learn by doing. keep up the good work!
Lock them up !
Gee, and to think 50k Americans in Vietnam war died for this guy!
The yanks died for their own country for the so called domino theory of communism spreading around the world. Kennedy ordered to kill president Ngo dinh Diem of Vietnam so US forces can come in and station there.
The yanks grow the seed then run away after got hand shake with china, these kids were born and trained by US, this is the consequence of American life style.
What goes around, comes around.
Your response sounds like Commie-speak to me. Oh well.
It’s not clear whether the alleged perps are in the USA or not. And I see that one of them is a fan of The Who 🙂
As the story says, two of the men are in custody in the US. One is at large (meaning, they don’t know where he is).
he’s probably over in iraq and or syria with IS doing financial support for the daesh now as he’s got the other 2 guys money now that they’re in custody. one can only hope. I like dreamin’, don’t you?
It’s time these script kiddies got a taste of real justice … the harm they do is real and needs to be punished accordingly!
I find it interesting that a few individuals that do these sorts of things are seen as criminals and yet the world is perfectly alright if some established company starts doing the same thing.
Seems kinda two-faced to me.
I agree….Sadly, “He who holds the gold makes the rules”
Burglary and home invasion has been illegal for years but simple prosecution hasn’t stopped that crime either. Absolutely prosecute, but don’t think that will deter anyone who believes that they are smarter than the rest of us. We still lock our doors and turn on alarm systems and so should we with our digital homes and businesses. Train users. Patch systems immediately. Monitor traffic continuously. Physically secure your servers. Use VPN away from your secure network. Different safeguards. Different technology.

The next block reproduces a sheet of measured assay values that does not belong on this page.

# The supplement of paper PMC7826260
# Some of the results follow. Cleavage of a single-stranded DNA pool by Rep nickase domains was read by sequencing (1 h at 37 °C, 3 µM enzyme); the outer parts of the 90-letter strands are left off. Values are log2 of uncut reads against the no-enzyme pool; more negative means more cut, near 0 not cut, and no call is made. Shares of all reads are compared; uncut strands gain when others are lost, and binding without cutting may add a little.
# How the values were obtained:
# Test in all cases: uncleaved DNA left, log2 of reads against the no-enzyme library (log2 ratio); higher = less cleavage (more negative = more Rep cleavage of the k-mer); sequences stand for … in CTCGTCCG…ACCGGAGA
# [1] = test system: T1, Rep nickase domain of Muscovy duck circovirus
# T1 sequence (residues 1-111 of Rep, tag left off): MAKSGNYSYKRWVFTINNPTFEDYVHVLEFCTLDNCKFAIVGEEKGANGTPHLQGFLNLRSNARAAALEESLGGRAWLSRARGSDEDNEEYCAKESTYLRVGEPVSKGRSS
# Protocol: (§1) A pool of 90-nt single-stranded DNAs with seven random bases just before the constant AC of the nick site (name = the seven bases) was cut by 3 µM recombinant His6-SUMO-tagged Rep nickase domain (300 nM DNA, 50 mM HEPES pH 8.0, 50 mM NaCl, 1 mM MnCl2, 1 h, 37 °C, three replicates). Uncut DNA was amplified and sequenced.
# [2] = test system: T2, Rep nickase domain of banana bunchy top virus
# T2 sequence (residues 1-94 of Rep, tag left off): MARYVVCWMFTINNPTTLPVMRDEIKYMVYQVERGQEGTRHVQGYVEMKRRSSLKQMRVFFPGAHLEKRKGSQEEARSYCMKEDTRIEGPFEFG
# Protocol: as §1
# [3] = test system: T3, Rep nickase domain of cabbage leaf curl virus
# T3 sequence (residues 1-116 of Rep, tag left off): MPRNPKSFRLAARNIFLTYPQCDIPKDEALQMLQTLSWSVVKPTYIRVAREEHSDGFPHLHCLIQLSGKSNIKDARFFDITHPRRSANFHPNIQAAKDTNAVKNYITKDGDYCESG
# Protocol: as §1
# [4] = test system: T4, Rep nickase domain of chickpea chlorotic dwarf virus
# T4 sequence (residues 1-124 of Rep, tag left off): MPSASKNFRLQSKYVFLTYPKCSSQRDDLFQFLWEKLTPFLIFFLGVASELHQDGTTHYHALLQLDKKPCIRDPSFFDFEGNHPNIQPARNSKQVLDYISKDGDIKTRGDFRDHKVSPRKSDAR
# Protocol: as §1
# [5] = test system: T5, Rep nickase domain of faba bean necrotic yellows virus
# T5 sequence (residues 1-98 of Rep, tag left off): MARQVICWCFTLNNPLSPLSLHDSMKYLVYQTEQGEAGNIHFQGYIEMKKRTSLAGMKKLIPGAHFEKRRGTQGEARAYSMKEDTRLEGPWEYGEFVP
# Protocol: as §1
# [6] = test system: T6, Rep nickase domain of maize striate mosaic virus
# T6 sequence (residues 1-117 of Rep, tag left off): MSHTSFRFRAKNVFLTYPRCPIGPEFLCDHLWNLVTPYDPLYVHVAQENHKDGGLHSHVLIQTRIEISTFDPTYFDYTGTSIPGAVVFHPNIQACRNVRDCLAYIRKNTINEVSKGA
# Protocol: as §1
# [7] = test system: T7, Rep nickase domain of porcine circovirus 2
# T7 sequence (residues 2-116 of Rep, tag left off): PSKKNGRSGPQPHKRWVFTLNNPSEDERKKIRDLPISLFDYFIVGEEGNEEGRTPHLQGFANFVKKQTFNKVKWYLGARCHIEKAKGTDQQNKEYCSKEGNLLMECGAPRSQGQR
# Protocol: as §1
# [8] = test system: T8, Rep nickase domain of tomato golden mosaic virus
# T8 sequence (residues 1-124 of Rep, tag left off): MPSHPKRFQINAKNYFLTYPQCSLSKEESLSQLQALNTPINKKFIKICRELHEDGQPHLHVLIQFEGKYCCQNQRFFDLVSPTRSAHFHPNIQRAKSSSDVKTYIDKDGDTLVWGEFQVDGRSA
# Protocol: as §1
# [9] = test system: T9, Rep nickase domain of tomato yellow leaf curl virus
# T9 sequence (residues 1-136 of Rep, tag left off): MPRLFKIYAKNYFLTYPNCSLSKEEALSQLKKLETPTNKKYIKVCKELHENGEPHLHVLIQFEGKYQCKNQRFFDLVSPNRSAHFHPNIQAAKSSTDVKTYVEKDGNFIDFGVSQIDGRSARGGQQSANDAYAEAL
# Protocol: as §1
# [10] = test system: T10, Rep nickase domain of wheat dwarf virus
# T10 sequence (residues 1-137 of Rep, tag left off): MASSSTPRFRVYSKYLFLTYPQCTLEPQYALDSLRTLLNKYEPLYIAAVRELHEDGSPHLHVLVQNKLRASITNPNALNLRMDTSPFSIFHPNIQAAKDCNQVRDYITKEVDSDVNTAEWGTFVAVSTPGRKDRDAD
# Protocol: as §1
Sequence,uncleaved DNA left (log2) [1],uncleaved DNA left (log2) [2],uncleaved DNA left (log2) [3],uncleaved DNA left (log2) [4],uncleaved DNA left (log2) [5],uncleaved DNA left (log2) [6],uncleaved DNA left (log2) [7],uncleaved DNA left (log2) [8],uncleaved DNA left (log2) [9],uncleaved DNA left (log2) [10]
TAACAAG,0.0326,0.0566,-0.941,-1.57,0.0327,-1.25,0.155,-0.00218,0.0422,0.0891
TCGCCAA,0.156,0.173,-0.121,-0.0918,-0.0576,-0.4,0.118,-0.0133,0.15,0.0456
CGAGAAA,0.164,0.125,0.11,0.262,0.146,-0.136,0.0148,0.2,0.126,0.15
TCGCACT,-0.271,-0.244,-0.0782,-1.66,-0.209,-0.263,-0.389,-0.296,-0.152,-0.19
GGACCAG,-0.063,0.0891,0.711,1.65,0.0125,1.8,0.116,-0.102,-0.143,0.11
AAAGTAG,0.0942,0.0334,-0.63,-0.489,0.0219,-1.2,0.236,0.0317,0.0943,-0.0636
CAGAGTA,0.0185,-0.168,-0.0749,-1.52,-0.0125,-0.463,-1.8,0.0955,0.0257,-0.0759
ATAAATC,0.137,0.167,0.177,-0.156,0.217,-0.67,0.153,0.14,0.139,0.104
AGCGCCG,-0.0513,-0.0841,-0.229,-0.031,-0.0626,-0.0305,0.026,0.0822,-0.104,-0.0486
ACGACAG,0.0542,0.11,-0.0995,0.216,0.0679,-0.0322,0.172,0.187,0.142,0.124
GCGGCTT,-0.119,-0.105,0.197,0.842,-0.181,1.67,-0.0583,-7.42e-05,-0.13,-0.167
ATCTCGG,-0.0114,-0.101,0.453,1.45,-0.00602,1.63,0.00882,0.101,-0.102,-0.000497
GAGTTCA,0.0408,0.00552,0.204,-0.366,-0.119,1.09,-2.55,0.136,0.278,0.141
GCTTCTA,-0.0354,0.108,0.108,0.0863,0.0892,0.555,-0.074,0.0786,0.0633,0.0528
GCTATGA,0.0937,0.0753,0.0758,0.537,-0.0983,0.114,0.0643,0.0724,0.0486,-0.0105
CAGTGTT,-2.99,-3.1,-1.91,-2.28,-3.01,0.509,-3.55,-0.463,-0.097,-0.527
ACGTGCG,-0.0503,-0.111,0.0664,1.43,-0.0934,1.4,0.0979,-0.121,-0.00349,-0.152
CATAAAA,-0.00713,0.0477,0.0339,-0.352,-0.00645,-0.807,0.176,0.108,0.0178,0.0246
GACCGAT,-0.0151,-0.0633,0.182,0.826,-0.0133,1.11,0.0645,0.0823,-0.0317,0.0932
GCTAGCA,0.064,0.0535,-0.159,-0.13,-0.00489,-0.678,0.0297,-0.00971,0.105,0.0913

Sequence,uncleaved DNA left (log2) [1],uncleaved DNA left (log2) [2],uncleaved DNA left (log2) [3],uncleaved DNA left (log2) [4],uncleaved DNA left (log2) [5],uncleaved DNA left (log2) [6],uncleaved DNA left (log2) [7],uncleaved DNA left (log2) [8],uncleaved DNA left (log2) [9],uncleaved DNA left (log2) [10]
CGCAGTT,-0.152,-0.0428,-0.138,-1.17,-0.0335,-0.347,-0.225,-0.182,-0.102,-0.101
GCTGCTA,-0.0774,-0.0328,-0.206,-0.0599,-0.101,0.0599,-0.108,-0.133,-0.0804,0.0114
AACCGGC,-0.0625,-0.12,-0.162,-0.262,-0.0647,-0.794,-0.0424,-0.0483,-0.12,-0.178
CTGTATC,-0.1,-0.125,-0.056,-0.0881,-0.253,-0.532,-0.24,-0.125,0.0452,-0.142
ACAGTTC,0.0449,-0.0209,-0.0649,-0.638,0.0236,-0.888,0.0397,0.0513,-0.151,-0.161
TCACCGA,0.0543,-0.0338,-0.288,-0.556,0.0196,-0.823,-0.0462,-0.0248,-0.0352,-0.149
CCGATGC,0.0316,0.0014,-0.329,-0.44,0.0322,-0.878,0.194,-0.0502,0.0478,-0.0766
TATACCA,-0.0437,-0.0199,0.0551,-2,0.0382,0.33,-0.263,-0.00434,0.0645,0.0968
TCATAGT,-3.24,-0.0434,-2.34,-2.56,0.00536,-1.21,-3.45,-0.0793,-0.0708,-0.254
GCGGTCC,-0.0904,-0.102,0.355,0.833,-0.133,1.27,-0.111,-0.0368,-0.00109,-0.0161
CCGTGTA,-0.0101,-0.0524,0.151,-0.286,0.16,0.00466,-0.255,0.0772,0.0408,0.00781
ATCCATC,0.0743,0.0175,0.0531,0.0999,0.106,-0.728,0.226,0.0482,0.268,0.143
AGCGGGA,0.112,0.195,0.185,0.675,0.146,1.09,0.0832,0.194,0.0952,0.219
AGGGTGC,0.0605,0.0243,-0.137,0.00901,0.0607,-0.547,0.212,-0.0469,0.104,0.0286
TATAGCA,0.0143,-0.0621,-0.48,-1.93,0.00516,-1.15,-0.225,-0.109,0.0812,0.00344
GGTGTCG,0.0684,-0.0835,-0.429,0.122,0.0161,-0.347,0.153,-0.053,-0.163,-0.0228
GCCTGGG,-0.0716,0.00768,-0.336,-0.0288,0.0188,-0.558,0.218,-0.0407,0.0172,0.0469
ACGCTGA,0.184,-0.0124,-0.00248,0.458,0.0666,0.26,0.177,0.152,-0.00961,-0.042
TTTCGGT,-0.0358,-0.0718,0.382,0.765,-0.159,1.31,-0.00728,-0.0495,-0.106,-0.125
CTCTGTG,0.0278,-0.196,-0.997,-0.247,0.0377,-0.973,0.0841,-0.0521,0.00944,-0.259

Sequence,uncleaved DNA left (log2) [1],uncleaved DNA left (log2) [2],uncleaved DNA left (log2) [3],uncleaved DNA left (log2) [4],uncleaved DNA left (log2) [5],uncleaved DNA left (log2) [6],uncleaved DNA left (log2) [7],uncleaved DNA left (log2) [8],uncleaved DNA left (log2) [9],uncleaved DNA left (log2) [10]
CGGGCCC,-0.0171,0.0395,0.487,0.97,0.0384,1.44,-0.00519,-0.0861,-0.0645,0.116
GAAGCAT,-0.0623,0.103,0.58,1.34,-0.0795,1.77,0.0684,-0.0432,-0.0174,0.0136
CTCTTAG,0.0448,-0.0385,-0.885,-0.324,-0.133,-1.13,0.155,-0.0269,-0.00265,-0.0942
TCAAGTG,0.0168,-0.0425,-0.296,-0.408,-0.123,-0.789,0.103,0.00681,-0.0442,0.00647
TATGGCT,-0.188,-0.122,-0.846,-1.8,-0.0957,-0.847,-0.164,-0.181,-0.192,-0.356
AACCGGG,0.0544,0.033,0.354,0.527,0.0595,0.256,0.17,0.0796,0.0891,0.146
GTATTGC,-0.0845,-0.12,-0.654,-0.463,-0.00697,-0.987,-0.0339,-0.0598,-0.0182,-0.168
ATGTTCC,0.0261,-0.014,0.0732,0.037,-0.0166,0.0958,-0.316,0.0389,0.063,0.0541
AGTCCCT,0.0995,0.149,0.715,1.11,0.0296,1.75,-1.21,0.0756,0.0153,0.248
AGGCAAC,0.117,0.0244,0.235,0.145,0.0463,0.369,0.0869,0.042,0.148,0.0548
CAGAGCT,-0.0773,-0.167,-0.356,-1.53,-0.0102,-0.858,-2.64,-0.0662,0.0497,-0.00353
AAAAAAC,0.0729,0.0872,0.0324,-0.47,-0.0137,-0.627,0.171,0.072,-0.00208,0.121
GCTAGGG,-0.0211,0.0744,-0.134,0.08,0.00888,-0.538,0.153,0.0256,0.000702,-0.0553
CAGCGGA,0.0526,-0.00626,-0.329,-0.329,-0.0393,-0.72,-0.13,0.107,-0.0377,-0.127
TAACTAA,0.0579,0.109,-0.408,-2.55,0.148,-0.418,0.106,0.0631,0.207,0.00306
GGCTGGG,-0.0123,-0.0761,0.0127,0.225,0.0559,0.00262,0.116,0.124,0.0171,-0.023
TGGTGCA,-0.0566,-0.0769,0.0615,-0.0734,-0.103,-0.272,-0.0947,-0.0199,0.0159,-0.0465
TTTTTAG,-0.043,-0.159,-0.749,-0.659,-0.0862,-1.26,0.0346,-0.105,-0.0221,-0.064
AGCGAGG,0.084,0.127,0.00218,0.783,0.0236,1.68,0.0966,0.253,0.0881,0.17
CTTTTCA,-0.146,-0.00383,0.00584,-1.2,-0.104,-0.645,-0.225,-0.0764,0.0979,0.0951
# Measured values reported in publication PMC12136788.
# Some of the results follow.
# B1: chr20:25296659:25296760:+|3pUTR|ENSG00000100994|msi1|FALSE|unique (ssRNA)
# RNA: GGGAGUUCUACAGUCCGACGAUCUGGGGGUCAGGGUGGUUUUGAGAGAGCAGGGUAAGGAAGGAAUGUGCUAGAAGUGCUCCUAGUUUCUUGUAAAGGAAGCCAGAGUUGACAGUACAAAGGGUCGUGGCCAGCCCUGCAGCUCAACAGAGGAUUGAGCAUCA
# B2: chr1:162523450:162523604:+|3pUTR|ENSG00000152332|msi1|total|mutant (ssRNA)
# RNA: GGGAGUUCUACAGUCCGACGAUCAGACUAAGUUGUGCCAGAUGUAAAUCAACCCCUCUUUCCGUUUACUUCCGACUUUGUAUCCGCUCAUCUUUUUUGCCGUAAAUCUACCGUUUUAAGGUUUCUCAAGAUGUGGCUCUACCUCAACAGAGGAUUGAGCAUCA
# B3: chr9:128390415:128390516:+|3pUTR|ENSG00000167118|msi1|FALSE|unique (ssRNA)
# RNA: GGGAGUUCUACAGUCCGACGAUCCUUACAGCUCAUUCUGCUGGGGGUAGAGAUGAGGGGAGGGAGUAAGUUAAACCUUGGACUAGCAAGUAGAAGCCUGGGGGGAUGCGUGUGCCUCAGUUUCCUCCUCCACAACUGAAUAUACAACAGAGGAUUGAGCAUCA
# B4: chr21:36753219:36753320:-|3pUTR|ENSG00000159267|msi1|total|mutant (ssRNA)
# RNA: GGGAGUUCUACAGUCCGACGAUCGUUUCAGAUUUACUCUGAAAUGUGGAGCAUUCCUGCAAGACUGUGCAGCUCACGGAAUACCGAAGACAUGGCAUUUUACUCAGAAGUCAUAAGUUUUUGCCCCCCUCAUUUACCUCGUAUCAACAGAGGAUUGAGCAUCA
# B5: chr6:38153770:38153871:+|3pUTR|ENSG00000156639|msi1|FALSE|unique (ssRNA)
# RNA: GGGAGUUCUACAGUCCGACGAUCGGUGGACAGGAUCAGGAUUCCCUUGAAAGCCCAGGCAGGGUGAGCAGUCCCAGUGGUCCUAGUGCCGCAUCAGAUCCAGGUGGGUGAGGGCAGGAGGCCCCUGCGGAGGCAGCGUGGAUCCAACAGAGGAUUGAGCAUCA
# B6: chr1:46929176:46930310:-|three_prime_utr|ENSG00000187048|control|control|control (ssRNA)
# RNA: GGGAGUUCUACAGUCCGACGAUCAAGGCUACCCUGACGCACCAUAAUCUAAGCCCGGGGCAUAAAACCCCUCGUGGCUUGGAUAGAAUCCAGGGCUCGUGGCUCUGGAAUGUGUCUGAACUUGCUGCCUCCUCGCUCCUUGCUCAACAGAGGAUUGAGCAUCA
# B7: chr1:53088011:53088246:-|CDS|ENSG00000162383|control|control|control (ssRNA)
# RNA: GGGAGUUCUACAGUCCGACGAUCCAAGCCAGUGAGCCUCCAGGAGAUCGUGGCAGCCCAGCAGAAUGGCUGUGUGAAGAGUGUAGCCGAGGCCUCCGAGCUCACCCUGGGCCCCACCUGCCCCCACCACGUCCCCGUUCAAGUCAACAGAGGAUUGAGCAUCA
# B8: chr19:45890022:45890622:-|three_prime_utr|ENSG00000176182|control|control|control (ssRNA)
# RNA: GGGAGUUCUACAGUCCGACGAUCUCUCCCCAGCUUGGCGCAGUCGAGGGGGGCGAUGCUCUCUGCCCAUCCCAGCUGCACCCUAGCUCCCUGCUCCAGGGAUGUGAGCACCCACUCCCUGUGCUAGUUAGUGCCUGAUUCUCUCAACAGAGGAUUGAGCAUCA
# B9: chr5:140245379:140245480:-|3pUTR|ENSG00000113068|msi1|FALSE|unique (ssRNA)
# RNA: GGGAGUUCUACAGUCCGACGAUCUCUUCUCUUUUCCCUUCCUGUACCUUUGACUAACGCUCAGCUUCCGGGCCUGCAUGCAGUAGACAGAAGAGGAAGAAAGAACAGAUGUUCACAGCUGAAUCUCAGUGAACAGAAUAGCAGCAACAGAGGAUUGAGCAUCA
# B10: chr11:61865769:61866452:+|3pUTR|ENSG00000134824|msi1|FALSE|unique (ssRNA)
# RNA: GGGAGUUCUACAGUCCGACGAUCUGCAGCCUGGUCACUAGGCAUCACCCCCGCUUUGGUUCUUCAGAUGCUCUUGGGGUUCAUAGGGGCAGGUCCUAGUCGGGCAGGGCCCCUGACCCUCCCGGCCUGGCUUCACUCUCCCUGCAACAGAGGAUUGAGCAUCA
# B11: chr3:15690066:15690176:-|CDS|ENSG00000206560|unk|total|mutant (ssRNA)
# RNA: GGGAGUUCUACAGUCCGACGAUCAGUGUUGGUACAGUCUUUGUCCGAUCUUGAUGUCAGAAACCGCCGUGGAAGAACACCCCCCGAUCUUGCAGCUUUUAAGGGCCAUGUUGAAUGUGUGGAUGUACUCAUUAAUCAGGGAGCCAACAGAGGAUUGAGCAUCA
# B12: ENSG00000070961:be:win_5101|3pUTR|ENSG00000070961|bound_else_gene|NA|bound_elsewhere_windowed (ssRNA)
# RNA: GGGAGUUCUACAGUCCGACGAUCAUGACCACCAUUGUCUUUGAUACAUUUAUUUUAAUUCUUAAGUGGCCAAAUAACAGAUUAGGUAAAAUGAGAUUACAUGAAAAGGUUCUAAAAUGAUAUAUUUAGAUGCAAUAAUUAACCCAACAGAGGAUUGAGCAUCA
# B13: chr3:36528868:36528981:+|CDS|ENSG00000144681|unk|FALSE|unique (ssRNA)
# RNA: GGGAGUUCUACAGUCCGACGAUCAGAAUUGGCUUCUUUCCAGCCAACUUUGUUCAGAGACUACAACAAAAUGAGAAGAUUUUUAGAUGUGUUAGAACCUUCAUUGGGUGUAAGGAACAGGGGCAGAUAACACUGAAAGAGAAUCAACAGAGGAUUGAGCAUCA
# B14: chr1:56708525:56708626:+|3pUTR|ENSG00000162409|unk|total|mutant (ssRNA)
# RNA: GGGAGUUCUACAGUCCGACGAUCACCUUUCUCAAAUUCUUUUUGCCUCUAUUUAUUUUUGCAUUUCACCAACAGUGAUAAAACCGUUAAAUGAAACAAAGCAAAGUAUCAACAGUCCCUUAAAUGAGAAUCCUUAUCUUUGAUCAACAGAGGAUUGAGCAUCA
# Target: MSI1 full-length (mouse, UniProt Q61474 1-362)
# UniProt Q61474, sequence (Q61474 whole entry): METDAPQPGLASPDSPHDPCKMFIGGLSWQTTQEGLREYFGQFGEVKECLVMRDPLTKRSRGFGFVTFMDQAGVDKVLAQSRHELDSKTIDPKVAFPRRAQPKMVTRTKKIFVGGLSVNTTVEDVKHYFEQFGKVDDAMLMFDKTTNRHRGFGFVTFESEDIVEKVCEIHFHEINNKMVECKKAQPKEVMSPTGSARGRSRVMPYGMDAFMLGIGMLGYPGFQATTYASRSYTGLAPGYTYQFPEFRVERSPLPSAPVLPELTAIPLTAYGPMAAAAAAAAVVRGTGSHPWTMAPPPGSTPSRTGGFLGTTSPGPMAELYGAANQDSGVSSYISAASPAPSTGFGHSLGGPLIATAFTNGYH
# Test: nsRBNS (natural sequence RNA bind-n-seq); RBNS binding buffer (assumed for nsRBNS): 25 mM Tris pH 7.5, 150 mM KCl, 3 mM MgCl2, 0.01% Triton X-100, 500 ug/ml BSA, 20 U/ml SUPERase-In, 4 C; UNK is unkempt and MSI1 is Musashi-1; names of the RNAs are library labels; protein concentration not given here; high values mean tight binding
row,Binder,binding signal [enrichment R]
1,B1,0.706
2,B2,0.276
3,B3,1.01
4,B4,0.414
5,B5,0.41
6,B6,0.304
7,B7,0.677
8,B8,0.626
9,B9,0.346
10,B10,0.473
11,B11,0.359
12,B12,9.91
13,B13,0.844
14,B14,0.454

The 2 and a half year-old Nguyen indictment, unsealed recently, does not give much information other than to suggest the two individuals of Vietnamese heritage, one being Mr. Nguyen, were living, at times, in The Netherlands and Vietnam.
The Vietnam / Netherlands connection goes back centuries, to the late 1600’s. The Netherlands has been very active in the modern development of Vietnam, much more so than any other “western power.”
Mr. Nguyen’s entire name is actually more popular world-wide than is the generic Mr. Smith surname in the United States or England. It may be difficult to identify the correct Mr. Nguyen unless the authorities have excellent DNA samples.
The Mr. Nguyen pictured is a very attractive young man and will be very popular with some guards and many bubbas at any location of incarceration.
If he could be trusted, Mr. Nguyen’s expertise could be of use to many large corporations and governments around the world.
Spammers hacking spammers — what will they think of next?
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I all my experience I can vouch epsilon have one of the worst design firewall policies and layout
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So these spammers basically stole from their fellow spammers? That’s pretty ironic It’s just weird because there are bigger companies that are doing the same thing, but nobody’s indicting them of anything because they’re hiding behind the mantle of legitimacy.
It says three indictments but I see links and names for only two. I waited thinking this was an oversight but it has been a month… any updates on the third party?